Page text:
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Apparently the estimate $\hat{\boldsymbol{\beta}}$ for ridge regression comes up as the mean or mode of the posterior distribution given by $f_{\boldsymbol{\beta}\mid \mathbf{y}}$.

This is the closest that I've found to a clear statement of what the distribution of $\mathbf{y} \mid \boldsymbol{\beta}$ and $\boldsymbol{\beta}$ should be. We have $$\begin{align*} &\mathbf{y} \mid \boldsymbol{\beta} \sim \mathcal{N}_{N}\left(\mathbf{X}\boldsymbol{\beta}, \sigma^2\mathbf{I} \right) \text{ (usual linear model assumptions)} \\ &\boldsymbol{\beta} \sim \mathcal{N}_{p}\left(\mathbf{0}, \dfrac{\sigma^2}{\lambda}\mathbf{I} \right) \end{align*}$$ Using Bayes' theorem, $$\begin{align*} f_{\boldsymbol{\beta}\mid \mathbf{y}}(\mathbf{b}\mid \mathbf{t}) &\propto f_{ \mathbf{y} \mid \boldsymbol{\beta}}(\mathbf{t}\mid \mathbf{b})\pi_{\boldsymbol{\beta}}(\mathbf{b}) \\ &\propto \exp\left\{\dfrac{-1}{2}\left[\dfrac{\left(\mathbf{t}-\mathbf{X}\boldsymbol{\beta}\right)^{T}\left(\mathbf{t}-\mathbf{X}\boldsymbol{\beta}\right)+\lambda\mathbf{b}^{T}\mathbf{b} }{\sigma^2} \right] \right\} \end{align*}$$ using the density given here. We can assume that $\sigma^2 > 0$, therefore, their variance matrices are positive definite, and thus their densities exist.

Apparently this is supposed to be normally distributed, but I don't see why. In particular, I'm not sure how to get the result at the link above.

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See if you can derive if from this more general result:

If $\mathbf{y}\sim \text{N}(\mathbf{X}\mathbf\beta,\mathbf{R})$ and $\mathbf\beta \sim \text{N}(\mathbf{a},\mathbf{B})$ then the posterior is $\mathbf\beta|\mathbf{y} \sim \text{N}(\mathbf\mu, \mathbf\Sigma)$ where $$\mathbf\mu = \mathbf\Sigma\left(\mathbf{X}^\intercal\mathbf{R}^{-1}\mathbf{y} + \mathbf{B}^{-1}\mathbf{a}\right)\quad\text{and}\quad\mathbf\Sigma = \left(\mathbf{X}^\intercal\mathbf{R}^{-1}\mathbf{X} + \mathbf{B}^{-1}\right)^{-1}$$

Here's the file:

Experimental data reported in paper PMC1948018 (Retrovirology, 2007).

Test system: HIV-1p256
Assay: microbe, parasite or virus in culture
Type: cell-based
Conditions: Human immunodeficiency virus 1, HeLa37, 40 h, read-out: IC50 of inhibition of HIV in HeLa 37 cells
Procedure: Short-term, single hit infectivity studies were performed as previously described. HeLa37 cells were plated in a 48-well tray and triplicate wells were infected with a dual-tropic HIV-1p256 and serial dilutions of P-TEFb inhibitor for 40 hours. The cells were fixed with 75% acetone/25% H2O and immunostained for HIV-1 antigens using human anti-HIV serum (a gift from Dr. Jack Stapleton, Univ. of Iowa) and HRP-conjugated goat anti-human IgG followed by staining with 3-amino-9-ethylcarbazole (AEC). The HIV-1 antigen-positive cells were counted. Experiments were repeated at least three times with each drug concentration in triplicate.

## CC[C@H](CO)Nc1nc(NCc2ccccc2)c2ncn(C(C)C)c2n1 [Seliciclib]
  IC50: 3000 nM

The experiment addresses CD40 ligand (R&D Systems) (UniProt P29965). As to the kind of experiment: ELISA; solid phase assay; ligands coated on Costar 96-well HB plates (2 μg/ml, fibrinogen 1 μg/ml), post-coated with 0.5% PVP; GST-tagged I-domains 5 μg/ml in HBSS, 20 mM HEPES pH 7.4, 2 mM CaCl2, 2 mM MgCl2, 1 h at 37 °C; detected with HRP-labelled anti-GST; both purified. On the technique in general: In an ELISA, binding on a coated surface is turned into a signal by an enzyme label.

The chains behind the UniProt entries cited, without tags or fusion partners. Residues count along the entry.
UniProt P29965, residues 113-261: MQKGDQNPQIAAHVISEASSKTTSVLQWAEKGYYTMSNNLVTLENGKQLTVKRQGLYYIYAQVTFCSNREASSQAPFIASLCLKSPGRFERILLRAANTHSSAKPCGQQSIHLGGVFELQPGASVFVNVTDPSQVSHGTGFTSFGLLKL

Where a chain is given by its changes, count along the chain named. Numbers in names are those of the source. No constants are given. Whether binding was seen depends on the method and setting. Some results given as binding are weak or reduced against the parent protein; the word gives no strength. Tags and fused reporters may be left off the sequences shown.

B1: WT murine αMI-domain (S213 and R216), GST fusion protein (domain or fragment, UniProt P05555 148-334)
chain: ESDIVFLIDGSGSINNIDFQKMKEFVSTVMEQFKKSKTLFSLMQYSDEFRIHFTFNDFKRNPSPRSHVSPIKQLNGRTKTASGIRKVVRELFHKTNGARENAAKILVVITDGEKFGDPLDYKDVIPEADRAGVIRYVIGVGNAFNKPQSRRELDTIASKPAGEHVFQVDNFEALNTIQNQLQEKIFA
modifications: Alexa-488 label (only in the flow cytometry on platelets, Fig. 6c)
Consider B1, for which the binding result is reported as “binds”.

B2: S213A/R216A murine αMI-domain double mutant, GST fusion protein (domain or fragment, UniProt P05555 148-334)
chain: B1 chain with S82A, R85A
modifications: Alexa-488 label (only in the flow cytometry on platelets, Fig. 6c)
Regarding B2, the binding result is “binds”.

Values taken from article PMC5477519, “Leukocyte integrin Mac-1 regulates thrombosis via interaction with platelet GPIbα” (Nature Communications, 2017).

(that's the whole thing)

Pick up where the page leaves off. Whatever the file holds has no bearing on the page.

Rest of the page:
In order to identify the kernel of the distribution of the posterior, we will only keep track of terms involving $\mathbf\beta$.

$$\begin{align*} p(\mathbf\beta|\mathbf{y}) &\propto p(\mathbf{y}|\mathbf\beta)p(\mathbf\beta)\\ &\propto \exp\left\{ -\dfrac{1}{2}\left[(\mathbf{y}-\mathbf{X}\mathbf\beta)^\intercal\mathbf{R}^{-1}(\mathbf{y}-\mathbf{X}\mathbf\beta) + (\mathbf\beta-\mathbf{a})^\intercal\mathbf{B}^{-1}(\mathbf\beta-\mathbf{a})\right]\right\}\\ &\propto \exp\left\{ -\dfrac{1}{2}\left[ \mathbf{y}^\intercal\mathbf{R}^{-1}\mathbf{y} - \mathbf{y}^\intercal\mathbf{R}^{-1}\mathbf{X}\mathbf\beta - \mathbf{\beta}^\intercal\mathbf{X}^\intercal\mathbf{R}^{-1}\mathbf{y}\right.\right.\\ &\qquad + \left.\vphantom{\dfrac{1}{2}}\left.\mathbf{\beta}^\intercal\mathbf{X}^\intercal\mathbf{R}^{-1}\mathbf{X}\mathbf\beta + \mathbf{\beta}^\intercal\mathbf{B}^{-1}\mathbf\beta - \mathbf{\beta}^\intercal\mathbf{B}^{-1}\mathbf{a} - \mathbf{a}^\intercal\mathbf{B}^{-1}\mathbf\beta + \mathbf{a}^\intercal\mathbf{B}^{-1}\mathbf{a}\right]\right\} \end{align*}$$ dropping terms not involving $\mathbf\beta$ $$\begin{align*} &\propto \exp\left\{ -\dfrac{1}{2}\left[ - \mathbf{y}^\intercal\mathbf{R}^{-1}\mathbf{X}\mathbf\beta - \mathbf{\beta}^\intercal\mathbf{X}^\intercal\mathbf{R}^{-1}\mathbf{y} + \mathbf{\beta}^\intercal\mathbf{X}^\intercal\mathbf{R}^{-1}\mathbf{X}\mathbf\beta\right.\right. \\ &\qquad+ \left.\vphantom{\dfrac{1}{2}}\left.\mathbf{\beta}^\intercal\mathbf{B}^{-1}\mathbf\beta - \mathbf{\beta}^\intercal\mathbf{B}^{-1}\mathbf{a} - \mathbf{a}^\intercal\mathbf{B}^{-1}\mathbf\beta \right]\right\}\\ &\propto \exp\left\{ -\dfrac{1}{2}\left[ \mathbf{\beta}^\intercal\underbrace{(\mathbf{X}^\intercal\mathbf{R}^{-1}\mathbf{X}+\mathbf{B}^{-1})}_{\mathbf\Sigma^{-1}}\mathbf\beta - \mathbf{\beta}^\intercal(\mathbf{X}^\intercal\mathbf{R}^{-1}\mathbf{y}+\mathbf{B}^{-1}\mathbf{a}) \right.\right.\qquad - \left.\left.\vphantom{\dfrac{1}{2}a_\underbrace{\Sigma}}(\mathbf{X}^\intercal\mathbf{R}^{-1}\mathbf{y}+\mathbf{B}^{-1}\mathbf{a})^\intercal\mathbf\beta\right]\right\} \end{align*}$$ Multiplying by the identity, $\mathbf{I} = \mathbf{\Sigma}^{-1}\mathbf{\Sigma}$ $$\begin{align*} &\propto \exp\left\{ -\dfrac{1}{2}\left[ \mathbf{\beta}^\intercal\mathbf\Sigma^{-1}\mathbf\beta - \mathbf\beta^\intercal\mathbf{\Sigma}^{-1}\mathbf\mu - \mathbf\mu^\intercal\mathbf\Sigma^{-1}\mathbf\beta\right]\right\} \end{align*}$$ multiplying and dividing by $\exp\left\{\mathbf\mu^\intercal\mathbf\Sigma^{-1}\mathbf\mu\right\}$ $$\begin{align*} &\propto \exp\left\{ -\dfrac{1}{2}\left[ \mathbf{\beta}^\intercal\mathbf\Sigma^{-1}\mathbf\beta - \mathbf\beta^\intercal\mathbf{\Sigma}^{-1}\mathbf\mu - \mathbf\mu^\intercal\mathbf\Sigma^{-1}\mathbf\beta + \mathbf\mu^\intercal\mathbf\Sigma^{-1}\mathbf\mu\right]\right\}\\ &\propto \exp\left\{ -\dfrac{1}{2}(\mathbf\beta - \mathbf\mu)^\intercal\mathbf\Sigma^{-1}(\mathbf\beta - \mathbf\mu)\right\} \end{align*}$$ Therefore the posterior is normal with mean $\mathbf\mu$ and variance covariance matrix $\mathbf\Sigma$.

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